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For some reason, I wanted the piece to be independently stable even though it was going to be framed, and it was still pretty flimsy with them all being connected as they were. I debated backing it somehow, but then thought well maybe if I add white to the center. Like a proper color wheel. All colors come together to create white. That would add some extra stability, but if I do it, I’m doing it. No turning back. And I did it. Part of me regrets that decision, part of me still wonders if I should just add more white. But thats the thing with this project. It is the inception. It’s a starting point to something more. This... this piece is technically just a sketch. A sketch for bigger and greater pieces. This piece is where I work out some of the kinks so that going forward I know what I am doing. This sketch, took me approximately 15 hours of work.

In my head, I envisioned this piece in a glass on glass solid white frame around it. Someone that very week asked to see a picture of the back of my work. Something I think some of us artists let slide or forget about— how interesting the process is to viewers. And granted I share much of my process openly, but the backs. To see the back of the embroidery. So this very question from a curious follower was part of my decision to frame it between glass. And since the piece is full of color, clearly white was the way to go. I envisioned this piece in some classy home with lots of white walls and white furniture, a grand piano, and black and white tile floors. Or hardwood. Either way, this piece, once I saw it finished. This piece is my current masterpiece. In my opinion, it even surpasses my Starry Night rendition. But that’s still not finished, so there is time to make it. 😉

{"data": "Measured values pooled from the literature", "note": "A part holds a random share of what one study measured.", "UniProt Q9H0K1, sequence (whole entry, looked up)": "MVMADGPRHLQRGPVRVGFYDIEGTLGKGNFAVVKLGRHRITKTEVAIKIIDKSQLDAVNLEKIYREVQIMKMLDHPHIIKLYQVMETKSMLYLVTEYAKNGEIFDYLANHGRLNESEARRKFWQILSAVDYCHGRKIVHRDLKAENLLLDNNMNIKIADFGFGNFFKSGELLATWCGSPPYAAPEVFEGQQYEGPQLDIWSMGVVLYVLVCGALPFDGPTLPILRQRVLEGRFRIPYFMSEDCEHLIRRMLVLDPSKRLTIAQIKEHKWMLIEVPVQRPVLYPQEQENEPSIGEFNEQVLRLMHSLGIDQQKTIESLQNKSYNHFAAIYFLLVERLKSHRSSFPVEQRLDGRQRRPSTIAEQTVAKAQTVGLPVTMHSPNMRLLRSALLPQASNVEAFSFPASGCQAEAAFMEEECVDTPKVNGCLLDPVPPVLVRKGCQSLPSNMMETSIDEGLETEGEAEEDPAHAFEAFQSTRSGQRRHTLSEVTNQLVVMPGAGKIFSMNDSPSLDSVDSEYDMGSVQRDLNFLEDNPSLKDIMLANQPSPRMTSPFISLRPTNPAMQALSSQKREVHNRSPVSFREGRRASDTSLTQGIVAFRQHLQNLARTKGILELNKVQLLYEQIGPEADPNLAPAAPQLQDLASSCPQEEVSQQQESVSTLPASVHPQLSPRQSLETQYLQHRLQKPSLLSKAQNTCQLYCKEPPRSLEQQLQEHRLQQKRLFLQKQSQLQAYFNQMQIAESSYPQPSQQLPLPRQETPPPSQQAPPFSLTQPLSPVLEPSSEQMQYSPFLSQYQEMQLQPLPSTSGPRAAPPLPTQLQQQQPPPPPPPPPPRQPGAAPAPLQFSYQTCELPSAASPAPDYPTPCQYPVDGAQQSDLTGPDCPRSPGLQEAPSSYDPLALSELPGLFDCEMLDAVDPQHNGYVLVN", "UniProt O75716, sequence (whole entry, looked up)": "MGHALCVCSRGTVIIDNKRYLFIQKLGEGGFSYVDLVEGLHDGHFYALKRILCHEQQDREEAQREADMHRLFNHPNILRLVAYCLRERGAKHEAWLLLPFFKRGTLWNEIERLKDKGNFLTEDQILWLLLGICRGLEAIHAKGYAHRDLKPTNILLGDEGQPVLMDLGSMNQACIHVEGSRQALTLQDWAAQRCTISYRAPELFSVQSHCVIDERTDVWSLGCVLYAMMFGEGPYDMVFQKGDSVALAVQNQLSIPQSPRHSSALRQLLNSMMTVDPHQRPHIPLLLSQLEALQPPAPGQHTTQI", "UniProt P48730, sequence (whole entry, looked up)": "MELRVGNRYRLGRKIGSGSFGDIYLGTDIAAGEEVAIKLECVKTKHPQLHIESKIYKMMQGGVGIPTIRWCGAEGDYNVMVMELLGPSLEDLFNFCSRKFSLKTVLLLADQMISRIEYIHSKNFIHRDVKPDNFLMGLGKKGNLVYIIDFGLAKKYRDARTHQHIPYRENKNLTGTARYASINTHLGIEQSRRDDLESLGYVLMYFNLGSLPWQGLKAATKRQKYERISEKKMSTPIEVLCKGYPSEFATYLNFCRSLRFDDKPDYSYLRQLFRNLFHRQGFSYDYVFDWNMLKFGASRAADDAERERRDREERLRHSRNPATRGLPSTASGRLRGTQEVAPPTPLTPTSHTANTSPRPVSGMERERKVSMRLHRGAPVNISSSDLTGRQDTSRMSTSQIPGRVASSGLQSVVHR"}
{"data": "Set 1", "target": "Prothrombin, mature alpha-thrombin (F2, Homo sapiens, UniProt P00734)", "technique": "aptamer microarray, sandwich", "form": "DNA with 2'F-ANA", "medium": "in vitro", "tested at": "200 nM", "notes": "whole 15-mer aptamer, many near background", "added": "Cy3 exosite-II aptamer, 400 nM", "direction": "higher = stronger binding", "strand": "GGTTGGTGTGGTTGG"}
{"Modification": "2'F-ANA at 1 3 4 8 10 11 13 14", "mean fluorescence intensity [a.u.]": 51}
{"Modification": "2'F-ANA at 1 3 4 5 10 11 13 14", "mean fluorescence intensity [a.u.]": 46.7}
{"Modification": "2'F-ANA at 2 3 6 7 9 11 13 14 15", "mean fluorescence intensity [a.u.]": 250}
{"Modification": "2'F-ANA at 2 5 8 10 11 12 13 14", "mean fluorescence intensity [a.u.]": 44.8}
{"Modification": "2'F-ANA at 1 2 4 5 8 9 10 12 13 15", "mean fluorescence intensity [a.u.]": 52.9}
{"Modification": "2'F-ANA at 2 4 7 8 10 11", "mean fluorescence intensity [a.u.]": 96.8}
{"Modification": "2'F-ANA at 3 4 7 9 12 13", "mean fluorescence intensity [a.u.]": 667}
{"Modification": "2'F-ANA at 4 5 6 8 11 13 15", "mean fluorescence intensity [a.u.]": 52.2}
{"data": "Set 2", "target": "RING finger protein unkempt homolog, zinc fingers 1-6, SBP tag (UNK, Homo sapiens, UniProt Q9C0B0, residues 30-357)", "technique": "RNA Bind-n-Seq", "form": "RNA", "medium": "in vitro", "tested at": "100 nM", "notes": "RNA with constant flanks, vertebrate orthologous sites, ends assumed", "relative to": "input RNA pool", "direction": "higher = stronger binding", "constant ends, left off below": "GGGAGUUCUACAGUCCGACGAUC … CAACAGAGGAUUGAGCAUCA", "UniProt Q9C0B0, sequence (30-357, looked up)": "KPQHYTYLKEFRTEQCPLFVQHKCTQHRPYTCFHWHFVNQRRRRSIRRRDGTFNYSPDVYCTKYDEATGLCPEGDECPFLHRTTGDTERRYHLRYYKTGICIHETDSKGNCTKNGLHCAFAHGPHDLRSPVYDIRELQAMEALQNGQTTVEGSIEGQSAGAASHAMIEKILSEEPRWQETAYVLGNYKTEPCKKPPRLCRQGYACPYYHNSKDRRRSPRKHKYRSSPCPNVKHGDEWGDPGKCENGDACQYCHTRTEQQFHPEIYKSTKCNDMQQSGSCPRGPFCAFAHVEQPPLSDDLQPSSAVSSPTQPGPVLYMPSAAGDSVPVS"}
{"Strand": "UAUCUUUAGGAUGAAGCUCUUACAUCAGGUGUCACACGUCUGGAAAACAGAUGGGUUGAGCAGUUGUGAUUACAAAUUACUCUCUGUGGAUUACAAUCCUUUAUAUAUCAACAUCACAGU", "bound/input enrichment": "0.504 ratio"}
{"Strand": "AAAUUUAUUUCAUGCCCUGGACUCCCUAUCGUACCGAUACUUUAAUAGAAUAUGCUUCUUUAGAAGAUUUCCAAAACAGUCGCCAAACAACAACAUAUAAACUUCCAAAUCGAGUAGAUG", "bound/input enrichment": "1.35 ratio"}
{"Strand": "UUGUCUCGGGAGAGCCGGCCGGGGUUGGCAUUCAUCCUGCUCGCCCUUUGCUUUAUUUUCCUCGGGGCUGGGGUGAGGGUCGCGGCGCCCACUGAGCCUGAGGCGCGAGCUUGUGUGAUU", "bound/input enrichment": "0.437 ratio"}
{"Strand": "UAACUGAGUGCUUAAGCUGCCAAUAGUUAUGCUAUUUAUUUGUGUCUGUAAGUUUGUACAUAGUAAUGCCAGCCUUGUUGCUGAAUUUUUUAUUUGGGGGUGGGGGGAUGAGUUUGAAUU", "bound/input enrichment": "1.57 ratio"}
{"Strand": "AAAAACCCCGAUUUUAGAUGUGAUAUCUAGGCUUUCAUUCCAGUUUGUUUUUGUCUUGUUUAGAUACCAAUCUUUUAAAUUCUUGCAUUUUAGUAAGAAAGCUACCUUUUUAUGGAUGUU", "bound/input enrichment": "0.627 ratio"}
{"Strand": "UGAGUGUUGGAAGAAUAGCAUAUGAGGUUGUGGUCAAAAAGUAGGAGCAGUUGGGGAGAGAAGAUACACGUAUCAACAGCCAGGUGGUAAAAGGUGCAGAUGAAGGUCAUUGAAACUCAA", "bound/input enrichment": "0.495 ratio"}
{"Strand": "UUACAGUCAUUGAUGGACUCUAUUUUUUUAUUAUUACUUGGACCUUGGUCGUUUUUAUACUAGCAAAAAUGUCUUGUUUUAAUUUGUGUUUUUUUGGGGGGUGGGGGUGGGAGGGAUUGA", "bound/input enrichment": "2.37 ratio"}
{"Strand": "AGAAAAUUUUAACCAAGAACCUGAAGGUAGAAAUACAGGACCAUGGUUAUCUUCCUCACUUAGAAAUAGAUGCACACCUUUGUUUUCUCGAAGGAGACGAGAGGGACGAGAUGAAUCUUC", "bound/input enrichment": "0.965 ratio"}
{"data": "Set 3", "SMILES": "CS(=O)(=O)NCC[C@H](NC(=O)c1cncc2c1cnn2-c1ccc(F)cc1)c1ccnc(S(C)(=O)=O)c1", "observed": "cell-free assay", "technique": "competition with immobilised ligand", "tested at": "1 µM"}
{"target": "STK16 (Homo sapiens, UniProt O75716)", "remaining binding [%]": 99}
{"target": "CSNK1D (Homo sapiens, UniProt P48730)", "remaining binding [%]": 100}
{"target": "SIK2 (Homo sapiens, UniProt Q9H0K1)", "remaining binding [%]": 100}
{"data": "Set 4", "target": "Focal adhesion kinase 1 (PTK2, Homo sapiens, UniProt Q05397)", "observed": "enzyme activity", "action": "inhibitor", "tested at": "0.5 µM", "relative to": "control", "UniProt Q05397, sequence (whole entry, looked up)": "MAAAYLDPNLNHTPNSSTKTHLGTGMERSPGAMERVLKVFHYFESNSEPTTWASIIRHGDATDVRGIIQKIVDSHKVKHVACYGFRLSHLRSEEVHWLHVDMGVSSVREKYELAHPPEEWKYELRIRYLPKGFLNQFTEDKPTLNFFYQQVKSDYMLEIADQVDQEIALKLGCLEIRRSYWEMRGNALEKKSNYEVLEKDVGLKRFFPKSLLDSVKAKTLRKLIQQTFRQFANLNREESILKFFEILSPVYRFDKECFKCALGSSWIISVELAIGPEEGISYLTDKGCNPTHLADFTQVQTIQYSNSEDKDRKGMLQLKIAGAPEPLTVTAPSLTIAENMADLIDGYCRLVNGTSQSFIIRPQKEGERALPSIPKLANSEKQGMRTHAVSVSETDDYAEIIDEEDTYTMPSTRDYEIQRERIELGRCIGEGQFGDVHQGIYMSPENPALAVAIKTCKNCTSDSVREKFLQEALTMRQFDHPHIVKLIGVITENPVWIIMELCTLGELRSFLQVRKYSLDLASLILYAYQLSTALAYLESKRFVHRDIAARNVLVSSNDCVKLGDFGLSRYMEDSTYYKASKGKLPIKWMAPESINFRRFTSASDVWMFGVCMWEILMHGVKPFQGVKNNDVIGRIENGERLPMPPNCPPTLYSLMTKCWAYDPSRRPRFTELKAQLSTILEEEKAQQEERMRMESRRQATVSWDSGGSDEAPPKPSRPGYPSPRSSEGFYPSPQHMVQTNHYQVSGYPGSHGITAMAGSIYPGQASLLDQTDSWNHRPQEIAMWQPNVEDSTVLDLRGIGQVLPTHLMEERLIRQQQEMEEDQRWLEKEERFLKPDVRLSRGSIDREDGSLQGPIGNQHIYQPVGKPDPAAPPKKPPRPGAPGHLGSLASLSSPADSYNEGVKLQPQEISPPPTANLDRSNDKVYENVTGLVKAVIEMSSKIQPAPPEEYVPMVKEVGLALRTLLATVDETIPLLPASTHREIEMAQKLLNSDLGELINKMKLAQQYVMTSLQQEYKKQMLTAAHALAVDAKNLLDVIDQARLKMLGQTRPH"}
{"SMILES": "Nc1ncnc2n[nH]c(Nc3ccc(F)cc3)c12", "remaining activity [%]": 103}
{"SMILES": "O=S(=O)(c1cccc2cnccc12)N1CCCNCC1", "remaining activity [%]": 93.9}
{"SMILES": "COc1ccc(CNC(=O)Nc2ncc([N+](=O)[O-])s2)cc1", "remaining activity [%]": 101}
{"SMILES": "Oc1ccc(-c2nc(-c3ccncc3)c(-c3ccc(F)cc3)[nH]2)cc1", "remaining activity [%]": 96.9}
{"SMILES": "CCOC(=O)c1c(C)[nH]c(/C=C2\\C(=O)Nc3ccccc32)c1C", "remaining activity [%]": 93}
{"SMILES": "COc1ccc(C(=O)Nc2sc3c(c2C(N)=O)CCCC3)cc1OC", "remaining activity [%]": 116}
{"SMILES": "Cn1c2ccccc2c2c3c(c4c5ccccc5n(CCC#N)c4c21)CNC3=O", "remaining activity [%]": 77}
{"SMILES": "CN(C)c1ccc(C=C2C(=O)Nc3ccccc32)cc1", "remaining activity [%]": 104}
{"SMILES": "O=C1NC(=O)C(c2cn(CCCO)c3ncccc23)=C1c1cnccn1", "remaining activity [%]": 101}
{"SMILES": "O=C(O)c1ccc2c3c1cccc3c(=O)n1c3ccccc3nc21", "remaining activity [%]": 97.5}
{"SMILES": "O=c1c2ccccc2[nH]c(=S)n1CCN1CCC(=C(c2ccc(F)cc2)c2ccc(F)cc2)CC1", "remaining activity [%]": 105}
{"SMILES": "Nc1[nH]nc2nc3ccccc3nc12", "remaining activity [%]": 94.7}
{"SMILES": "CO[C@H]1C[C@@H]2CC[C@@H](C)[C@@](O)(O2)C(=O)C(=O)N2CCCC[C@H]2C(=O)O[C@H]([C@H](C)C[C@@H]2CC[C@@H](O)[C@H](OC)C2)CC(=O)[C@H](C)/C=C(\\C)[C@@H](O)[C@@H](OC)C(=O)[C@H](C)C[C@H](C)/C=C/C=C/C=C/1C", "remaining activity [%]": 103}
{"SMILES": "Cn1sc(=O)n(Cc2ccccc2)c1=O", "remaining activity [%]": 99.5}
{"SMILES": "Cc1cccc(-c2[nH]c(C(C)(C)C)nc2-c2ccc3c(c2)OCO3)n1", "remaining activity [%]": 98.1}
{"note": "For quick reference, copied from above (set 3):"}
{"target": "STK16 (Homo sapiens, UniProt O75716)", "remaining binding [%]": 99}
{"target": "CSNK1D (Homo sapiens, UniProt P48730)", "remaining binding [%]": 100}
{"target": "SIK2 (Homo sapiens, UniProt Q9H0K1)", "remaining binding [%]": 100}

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The morning of the 25th at 4am, I got up, went downstairs to my basement studio and got straight to work. I had just bought this hanging shelf from Hobby Lobby the night before for $6, but it needed some work to make it work with my space. But what I really needed to do was finish painting the corner. The room came with this awful sea-foam green paint on the walls, and its the basement, so like, who cares. But when we first moved in, I knew right away, that color would throw off all my creative vibes. I needed crisp white walls. Mostly for the photographing element. So, I had about 20 ft (x7ft tall) of wall to paint, I had to set up lighting with one clip lamp and the dull overhead lightbulb and hope it was enough, I had to DIY this shelf and make it hang (which required cutting the rope they had, and adding in some more so it could hang from the ceiling since its a concrete wall and I don't have the tools or knowledge to drill into it), I had to photograph this piece...just in case someone were to purchase it at the market, and I still had to load up my car for the market, all to complete in 1.5 hours. But by golly, I did it. All of it.

And thus, my studio got a little more picturesque (for what it is), which means my desire to work there has increased, I formed a staged area for new photography of my work, and I freaken did it. Inception, y’all. This piece started it all.

 

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And believe it or not, this piece is up for sale. And it can be yours, whether or not you have all white walls, furniture, or a grand piano. It will come with this frame. Exactly as you see here. Price: $610. Frame size: 11”x12”

Another fun note about this piece, in a topic I will get into more depth about later, but I have entered it in an online exhibition competition: The Power of Color. It’s perfect! I should find out by June 25th if it is accepted.

(But if you sign up to be a part of my newsletter, you can get a 15% off code)